In my years as a therapist and ethics consultant, I never judged the decisions of others and knew that my only role was to help and bring comfort. Yet I never identified myself as a woman who would end her own pregnancy. It was out of the question. I value life in all forms and have always been able to see potential in others, regardless of their limitations. With this mindset, I arranged an appointment at the local children’s hospital in the very department where I’d spent a year as a social work intern: fetal diagnostics. As a student, I’d witnessed so many parents told that there was hope for their unborn children via a groundbreaking surgery or revolutionary treatment plan. I’d read that the hospital had treated a few children with CHAOS and hoped the same could be done for us. Yet as I sat across from the surgeon and doctors I had once called my peers in the consultation room after a long day of tests, I was told otherwise. Our son’s CHAOS was not a situation that could be remedied or treated. His particular anatomy demonstrated no feasible approach for surgery: his airway was completely sealed. His heart was close to failing. If he did not die in utero, being born would either kill him or the interventions needed to give him an airway would leave him most likely brain-dead. He would probably die after that of a secondary infection in the neonatal intensive care unit. If he survived, our child would never be able to speak, cry, laugh, or know who his parents were. He would require intensive daily medical intervention to simply survive. Though most cases of CHAOS are serious, like most disorders they appear on a spectrum. Depending on fetal anatomy, some babies are able to have an airway established immediately after birth and live with a good quality of life with a tracheostomy. There are currently no CHAOS survivors who do not have such a “trach.” These children were luckier than my son–they were operated on and saved by the same team that told us there was nothing they could do. It was only a matter of time and it appeared the only decision or control we had was in how our son would die.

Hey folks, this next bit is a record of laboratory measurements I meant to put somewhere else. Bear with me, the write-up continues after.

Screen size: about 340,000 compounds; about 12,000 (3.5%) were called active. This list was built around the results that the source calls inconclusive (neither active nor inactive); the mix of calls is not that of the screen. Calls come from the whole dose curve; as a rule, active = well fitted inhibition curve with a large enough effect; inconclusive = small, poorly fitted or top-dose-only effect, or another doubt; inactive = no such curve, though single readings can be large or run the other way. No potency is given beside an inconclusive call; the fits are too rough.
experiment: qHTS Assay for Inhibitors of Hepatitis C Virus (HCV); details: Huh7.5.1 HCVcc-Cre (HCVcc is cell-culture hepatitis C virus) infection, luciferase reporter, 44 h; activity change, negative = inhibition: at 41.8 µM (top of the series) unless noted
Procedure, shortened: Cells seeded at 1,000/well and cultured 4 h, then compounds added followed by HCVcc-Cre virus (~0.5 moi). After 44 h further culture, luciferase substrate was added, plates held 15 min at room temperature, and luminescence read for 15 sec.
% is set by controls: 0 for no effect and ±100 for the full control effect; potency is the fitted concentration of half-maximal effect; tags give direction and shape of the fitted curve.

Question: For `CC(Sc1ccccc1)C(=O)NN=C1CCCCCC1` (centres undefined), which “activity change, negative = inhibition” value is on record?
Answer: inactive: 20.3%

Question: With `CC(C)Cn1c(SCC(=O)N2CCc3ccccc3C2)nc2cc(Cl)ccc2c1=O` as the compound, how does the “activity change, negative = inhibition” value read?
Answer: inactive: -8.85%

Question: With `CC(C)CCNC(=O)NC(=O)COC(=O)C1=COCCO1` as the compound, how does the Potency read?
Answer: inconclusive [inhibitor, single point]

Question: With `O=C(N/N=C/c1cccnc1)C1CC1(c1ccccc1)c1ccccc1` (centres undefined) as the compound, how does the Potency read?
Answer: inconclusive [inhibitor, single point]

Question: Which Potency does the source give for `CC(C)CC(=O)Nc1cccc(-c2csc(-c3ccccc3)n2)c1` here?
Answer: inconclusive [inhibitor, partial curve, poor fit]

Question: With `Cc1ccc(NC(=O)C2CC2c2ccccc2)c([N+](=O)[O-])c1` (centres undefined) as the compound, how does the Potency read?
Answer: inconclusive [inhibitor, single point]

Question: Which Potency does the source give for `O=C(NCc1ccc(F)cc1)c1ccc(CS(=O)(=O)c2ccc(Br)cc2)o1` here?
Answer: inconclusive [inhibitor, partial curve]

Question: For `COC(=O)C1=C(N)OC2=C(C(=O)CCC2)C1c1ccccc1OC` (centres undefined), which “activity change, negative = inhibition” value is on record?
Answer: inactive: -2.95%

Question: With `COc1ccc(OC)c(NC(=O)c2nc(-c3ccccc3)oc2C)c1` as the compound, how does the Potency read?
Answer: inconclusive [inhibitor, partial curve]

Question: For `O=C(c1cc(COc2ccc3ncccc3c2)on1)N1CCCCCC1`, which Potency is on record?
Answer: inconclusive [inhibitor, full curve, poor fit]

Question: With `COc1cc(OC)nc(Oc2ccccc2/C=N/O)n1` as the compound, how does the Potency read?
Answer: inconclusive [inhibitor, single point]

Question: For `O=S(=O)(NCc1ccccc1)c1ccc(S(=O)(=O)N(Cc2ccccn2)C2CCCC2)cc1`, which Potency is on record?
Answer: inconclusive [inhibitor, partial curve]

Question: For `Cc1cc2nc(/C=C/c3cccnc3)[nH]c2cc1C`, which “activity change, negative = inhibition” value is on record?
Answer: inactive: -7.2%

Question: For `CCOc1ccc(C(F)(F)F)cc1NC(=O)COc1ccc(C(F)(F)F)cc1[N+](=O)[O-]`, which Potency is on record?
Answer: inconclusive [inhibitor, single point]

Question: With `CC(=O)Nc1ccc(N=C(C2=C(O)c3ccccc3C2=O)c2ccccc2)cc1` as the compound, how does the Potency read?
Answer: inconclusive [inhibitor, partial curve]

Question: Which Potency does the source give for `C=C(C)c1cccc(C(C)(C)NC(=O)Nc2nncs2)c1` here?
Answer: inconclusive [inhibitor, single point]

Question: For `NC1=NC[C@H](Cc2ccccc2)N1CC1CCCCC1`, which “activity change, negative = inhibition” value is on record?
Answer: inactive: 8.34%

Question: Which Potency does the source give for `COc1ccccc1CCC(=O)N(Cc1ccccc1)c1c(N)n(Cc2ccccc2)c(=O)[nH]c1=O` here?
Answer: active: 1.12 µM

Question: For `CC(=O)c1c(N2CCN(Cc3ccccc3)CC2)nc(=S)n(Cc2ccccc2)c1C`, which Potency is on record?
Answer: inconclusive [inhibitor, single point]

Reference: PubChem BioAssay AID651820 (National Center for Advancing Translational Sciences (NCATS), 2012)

Inside my womb, my son was safe, but only for the time being. He didn’t need a trachea or his lungs to breathe. But before long his heart would be smothered by massive lungs. His anatomy would be so destroyed that if he made it to the outside world, he could never live. My husband and I discussed our boy’s quality of life. What kind of existence would it be for him to be barely conscious, hooked up to machines, surrounded by the unfamiliar? Unable to call out to us, unable to know us, unable to comprehend his own situation? This would be torture. It would be selfish to keep our son alive for the sake of having a baby. To bring this child into a life of suffering seemed too cruel, too unfair.